High energy prices helped Russia to receive an additional $227 billion in 2022. About a third of this amount — $80 billion — was saved without returning it to the Russian Federation, but by breaking it into bank accounts of state-controlled structures abroad. This is reported by Bloomberg, calling this amount Russia's "stash".
"Zanachka", according to the agency, is distributed among the accounts of state-controlled companies, partially invested in real estate, as well as in investments and other assets outside the Russian Federation. Experts explain the possibility of accumulating such reserves by the fact that Western countries did not immediately respond to Russian aggression against Ukraine. The bulk of the accumulated "stash" came from export earnings from energy resources, the flows of which Western countries reduced only by the end of 2022.
“Because of Europe's delay in targeting Russia's energy sector, the Kremlin has managed to accumulate one of the largest current account surpluses in its history. The “stash” helped neutralize the freezing of Russia’s international reserves, the Kremlin was able to actually compensate for what it had lost, ”says Maria Shagina, an economist at the British International Institute for Strategic Studies.
At the same time, it is still not possible to find exactly where these funds are and who manages them due to the too high level of asset diversification. The agency recalls that the Central Bank and the Ministry of Finance, among other things, contributed to the accumulation of foreign exchange assets abroad, which allowed exporters not to return all their foreign exchange earnings back to the country, thus strengthening the ruble exchange rate. On the contrary, the authorities welcomed foreign currency sales in every possible way, as this at least partially contributed to the restoration of import flows to Russia, which collapsed against the backdrop of Western sanctions.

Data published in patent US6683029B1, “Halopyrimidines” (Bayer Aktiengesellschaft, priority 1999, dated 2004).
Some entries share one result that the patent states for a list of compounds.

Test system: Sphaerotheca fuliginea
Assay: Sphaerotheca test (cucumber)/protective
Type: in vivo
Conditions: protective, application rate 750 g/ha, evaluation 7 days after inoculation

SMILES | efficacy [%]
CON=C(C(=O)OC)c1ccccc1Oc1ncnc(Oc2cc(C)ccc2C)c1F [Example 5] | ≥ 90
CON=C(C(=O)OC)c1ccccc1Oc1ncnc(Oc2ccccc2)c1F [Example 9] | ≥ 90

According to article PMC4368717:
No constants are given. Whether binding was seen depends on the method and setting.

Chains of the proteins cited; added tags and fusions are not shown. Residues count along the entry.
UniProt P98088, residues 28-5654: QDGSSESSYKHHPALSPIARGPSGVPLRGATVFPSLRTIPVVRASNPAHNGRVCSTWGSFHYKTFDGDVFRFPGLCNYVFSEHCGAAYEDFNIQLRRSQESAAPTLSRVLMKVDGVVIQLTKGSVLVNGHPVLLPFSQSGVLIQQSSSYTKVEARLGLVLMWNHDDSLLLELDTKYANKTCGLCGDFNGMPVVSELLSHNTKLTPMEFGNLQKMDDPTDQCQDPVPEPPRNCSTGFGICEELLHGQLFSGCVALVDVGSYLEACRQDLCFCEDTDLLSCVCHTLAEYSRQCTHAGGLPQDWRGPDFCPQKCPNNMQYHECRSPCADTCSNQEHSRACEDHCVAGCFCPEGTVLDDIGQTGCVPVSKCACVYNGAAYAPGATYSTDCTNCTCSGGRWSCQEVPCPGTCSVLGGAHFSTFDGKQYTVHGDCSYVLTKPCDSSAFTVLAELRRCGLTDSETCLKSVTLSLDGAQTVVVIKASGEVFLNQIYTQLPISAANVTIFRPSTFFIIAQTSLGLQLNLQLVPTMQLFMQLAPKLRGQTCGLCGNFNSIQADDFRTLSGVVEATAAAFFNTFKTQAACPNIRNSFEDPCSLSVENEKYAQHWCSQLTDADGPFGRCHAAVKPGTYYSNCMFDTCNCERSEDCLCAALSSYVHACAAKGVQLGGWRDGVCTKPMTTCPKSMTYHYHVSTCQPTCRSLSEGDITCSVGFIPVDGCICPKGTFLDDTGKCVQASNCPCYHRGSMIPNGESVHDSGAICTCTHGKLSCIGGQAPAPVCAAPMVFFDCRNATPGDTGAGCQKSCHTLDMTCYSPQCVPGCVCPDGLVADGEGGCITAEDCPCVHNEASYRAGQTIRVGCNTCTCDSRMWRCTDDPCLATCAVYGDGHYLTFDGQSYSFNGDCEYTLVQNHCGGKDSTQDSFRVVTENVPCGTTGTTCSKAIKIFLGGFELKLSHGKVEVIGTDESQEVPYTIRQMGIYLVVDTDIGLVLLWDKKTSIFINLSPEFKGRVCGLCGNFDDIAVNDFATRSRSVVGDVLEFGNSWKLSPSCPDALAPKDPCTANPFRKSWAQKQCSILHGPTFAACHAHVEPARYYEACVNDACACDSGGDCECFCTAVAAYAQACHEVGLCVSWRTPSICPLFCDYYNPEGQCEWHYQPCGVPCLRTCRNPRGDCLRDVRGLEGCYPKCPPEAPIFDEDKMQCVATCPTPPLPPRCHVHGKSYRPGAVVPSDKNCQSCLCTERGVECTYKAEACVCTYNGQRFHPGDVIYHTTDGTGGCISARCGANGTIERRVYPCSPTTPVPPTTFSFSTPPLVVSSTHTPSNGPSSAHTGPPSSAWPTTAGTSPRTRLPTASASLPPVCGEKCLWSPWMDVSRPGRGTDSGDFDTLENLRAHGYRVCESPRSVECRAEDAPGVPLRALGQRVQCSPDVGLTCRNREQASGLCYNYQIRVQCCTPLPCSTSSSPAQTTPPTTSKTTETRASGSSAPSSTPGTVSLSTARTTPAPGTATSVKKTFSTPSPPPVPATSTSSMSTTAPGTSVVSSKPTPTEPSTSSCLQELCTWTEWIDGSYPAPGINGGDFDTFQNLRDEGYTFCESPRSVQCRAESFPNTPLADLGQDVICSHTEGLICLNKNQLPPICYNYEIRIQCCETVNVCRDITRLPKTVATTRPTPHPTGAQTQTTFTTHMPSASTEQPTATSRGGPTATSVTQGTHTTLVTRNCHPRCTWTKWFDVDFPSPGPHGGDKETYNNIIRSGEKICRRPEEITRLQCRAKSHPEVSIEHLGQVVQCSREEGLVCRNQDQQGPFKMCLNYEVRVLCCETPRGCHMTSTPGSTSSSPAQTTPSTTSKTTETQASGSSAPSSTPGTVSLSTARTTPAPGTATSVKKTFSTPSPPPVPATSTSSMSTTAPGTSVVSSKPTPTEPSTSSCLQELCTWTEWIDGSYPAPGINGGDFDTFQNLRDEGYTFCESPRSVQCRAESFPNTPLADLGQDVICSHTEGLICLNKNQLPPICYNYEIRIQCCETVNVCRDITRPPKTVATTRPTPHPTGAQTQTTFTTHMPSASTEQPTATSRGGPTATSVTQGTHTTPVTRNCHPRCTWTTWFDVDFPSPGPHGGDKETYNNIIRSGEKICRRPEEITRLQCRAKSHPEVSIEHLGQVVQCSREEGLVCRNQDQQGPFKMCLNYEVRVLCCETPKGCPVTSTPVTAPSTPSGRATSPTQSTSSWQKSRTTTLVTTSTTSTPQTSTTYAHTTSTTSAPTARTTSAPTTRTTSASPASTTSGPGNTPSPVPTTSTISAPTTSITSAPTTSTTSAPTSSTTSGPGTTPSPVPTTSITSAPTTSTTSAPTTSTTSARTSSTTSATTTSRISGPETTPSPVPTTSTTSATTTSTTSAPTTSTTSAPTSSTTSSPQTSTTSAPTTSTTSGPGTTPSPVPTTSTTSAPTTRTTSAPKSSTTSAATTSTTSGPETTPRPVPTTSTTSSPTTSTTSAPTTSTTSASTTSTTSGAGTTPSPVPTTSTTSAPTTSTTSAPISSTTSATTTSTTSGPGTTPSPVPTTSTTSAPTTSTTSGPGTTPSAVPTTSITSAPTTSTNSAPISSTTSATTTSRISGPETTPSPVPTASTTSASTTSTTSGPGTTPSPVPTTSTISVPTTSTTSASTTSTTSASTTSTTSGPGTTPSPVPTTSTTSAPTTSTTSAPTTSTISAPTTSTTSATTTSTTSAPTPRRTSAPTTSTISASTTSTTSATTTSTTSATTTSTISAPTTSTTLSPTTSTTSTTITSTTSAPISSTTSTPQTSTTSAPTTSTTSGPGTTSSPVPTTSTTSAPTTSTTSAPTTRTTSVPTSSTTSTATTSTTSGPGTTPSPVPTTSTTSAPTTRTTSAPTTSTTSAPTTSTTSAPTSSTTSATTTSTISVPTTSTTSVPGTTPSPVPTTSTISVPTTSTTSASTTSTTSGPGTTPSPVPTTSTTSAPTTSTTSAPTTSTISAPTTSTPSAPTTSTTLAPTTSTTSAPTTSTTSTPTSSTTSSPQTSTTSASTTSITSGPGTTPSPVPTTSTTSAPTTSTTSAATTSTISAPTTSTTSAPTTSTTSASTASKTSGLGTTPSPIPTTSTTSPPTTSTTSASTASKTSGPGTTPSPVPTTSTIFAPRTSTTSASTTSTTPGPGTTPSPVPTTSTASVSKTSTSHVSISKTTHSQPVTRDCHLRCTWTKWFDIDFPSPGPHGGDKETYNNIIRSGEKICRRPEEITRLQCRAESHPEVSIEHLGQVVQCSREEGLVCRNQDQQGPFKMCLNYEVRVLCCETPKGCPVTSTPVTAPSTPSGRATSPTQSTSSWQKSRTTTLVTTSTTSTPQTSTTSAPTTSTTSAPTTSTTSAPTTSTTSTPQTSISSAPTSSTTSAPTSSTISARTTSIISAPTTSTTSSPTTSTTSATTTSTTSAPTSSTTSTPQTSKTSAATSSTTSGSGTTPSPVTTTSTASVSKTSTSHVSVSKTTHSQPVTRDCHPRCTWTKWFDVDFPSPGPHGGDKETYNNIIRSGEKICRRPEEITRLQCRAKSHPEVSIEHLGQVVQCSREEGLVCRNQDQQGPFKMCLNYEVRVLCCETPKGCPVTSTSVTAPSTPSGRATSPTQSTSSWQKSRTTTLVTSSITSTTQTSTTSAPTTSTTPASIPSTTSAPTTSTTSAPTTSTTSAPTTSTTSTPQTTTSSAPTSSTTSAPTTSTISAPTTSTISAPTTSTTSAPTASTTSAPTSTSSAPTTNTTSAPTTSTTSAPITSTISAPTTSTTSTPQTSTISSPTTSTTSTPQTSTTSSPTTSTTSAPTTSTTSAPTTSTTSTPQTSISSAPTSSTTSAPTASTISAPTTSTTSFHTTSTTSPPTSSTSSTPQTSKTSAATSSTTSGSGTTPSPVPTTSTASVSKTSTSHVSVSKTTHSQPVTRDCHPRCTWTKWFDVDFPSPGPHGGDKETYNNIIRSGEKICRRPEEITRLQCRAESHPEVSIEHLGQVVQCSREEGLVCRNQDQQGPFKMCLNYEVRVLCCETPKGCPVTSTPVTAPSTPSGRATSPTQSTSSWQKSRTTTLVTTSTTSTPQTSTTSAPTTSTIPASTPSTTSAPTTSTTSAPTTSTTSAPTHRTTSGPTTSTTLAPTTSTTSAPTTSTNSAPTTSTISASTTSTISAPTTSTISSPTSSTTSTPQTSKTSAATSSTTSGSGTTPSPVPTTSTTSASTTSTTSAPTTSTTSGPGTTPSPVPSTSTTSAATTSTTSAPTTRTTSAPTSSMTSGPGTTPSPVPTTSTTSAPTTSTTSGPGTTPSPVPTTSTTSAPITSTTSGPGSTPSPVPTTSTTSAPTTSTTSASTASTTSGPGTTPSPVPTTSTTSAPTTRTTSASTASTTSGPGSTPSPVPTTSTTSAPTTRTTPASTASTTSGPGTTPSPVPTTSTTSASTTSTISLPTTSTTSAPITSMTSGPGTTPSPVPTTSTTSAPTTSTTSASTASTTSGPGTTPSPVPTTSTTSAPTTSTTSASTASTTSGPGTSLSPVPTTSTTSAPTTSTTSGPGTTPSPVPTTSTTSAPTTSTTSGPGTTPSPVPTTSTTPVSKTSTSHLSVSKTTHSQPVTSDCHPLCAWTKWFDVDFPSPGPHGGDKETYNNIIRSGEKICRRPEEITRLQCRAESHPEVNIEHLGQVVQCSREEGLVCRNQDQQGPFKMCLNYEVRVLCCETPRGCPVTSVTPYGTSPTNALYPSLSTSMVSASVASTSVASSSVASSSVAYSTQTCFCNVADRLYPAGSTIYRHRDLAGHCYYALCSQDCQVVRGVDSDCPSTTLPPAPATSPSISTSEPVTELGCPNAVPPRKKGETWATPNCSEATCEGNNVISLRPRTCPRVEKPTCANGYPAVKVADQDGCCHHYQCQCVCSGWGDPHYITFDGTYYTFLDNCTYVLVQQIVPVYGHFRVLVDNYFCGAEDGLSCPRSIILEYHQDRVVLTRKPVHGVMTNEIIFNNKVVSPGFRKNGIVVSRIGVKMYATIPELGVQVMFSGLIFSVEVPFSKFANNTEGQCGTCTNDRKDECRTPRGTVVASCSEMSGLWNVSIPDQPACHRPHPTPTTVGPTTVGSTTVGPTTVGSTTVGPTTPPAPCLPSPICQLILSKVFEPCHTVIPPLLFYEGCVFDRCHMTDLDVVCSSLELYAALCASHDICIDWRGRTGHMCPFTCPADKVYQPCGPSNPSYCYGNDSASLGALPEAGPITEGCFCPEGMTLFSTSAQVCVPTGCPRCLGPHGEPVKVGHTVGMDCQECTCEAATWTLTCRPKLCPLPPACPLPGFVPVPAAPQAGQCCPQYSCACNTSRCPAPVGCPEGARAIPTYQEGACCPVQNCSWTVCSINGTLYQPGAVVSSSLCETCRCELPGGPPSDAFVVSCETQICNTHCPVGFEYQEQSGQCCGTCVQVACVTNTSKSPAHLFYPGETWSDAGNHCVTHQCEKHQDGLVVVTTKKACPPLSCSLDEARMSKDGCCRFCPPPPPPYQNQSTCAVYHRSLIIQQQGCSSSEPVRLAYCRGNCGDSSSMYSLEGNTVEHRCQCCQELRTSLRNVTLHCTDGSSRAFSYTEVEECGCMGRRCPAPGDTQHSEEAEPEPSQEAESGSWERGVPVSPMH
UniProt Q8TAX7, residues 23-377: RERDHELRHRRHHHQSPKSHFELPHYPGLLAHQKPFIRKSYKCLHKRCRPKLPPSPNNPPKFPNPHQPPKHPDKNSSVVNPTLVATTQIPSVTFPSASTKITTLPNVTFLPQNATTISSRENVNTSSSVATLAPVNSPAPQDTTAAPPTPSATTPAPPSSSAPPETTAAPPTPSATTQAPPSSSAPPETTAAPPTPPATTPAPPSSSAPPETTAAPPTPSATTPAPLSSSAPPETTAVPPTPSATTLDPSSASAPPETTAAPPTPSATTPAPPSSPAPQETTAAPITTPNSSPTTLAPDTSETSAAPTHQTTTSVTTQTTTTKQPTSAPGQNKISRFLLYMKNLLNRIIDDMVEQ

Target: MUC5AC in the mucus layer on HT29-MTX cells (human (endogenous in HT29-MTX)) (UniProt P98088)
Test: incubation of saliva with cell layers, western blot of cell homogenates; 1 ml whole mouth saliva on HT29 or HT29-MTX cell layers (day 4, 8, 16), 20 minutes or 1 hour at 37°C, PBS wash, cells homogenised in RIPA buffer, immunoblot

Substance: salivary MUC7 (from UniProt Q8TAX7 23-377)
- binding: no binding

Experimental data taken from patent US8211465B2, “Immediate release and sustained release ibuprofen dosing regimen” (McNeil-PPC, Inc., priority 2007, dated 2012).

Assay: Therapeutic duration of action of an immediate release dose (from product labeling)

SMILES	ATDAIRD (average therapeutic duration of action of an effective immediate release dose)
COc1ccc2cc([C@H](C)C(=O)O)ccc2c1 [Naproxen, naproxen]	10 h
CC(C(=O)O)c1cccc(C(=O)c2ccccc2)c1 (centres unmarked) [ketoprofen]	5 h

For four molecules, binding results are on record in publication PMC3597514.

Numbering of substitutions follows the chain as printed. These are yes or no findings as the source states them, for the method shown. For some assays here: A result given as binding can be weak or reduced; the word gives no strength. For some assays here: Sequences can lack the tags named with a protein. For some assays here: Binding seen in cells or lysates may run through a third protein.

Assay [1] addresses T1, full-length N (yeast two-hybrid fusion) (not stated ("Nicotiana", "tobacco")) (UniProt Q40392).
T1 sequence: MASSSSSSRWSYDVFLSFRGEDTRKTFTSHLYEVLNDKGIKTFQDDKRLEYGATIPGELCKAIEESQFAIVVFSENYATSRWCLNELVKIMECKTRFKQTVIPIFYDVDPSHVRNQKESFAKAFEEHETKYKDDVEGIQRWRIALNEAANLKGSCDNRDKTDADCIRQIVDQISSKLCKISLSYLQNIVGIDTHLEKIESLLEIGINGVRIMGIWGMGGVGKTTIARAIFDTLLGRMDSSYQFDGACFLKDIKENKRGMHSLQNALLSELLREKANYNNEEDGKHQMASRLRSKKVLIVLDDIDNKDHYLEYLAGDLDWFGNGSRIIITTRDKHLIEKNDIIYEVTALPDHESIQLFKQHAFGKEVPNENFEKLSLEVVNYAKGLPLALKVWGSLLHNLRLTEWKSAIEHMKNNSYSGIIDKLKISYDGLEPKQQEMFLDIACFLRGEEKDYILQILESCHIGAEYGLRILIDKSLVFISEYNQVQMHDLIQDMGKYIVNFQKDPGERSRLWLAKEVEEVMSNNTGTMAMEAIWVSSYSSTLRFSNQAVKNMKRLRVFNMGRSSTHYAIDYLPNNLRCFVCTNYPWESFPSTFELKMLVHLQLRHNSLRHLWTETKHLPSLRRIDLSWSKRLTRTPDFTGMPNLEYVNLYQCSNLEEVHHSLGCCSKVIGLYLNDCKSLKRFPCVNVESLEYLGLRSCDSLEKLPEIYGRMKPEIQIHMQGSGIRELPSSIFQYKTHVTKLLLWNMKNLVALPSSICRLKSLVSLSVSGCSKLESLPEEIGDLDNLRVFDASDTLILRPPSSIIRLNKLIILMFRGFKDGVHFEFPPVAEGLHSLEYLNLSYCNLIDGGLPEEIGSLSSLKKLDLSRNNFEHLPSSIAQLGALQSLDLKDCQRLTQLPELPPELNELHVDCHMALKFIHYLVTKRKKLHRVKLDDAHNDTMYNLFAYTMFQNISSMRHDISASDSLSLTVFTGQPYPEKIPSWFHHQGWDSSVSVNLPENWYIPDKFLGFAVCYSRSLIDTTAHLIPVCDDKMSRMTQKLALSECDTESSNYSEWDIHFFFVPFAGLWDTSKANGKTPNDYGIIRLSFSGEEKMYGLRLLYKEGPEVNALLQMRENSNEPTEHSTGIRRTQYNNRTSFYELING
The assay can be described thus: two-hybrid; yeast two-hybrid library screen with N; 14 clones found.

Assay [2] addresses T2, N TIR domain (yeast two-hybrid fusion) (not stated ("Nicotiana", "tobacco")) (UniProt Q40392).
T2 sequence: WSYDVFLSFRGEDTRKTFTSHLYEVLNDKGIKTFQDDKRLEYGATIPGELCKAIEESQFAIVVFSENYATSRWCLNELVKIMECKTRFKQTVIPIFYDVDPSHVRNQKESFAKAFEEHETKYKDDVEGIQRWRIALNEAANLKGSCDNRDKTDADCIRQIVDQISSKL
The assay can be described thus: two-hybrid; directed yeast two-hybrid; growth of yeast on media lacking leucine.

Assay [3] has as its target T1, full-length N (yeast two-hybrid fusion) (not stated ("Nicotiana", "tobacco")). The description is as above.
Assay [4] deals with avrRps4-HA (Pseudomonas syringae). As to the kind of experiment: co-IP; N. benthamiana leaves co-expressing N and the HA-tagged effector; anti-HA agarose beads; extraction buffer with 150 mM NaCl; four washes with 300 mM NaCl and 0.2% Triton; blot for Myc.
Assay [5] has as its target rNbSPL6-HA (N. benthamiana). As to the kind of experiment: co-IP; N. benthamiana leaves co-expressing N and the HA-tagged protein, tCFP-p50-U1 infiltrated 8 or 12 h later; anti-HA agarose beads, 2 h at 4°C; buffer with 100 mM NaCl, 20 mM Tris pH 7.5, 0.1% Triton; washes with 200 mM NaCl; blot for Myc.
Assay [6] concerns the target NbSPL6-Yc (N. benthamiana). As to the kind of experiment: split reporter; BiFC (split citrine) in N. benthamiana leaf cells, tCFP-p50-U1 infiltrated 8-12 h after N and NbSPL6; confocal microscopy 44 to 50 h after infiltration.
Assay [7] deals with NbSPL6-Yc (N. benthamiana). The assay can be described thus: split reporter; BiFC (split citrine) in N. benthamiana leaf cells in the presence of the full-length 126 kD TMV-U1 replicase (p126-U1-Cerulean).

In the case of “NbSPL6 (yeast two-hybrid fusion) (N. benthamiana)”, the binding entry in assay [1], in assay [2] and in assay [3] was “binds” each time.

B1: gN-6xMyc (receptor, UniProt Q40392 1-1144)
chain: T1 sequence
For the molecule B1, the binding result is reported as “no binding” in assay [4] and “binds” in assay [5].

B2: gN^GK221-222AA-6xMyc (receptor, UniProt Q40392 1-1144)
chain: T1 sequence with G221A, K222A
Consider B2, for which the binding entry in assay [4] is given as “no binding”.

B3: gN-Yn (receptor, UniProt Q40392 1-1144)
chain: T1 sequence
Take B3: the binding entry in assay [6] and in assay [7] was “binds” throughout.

However, in the near future, Ukraine’s allies, in particular Germany and Canada, who are actively lobbying for the use of Russia’s frozen reserves and assets of sanctioned legal entities and individuals to help Kiev, may start looking for these assets. At the same time, even Russian experts admit that these funds can be used as "shadow reserves" and at the right time can be withdrawn in favor of the state. So, for example, Alexander Knobel from the All-Russian Academy of Foreign Trade (VAVT) believes.
Sergey Guriev, former chief economist at the European Bank for Reconstruction and Development (EBRD), and now professor of economics at the Paris Institute for Political Studies (Sciences Po), believes that Russia is indeed trying to form “shadow reserves” in this way, but the main question is whether they will be enough to finance the deficit. budget for the current year.
After the start of a full-scale war with Ukraine, Western countries froze about $300 billion of Russian reserves, and also began to freeze and seize assets belonging to Russians and legal entities from the sanctions lists. "Shadow reserves" can help Russia at least partially overcome the sanctions, since the Western authorities will not be able to arrest them completely - they will have to spend time searching for and arresting them, which is quite problematic to do with complex ownership structures.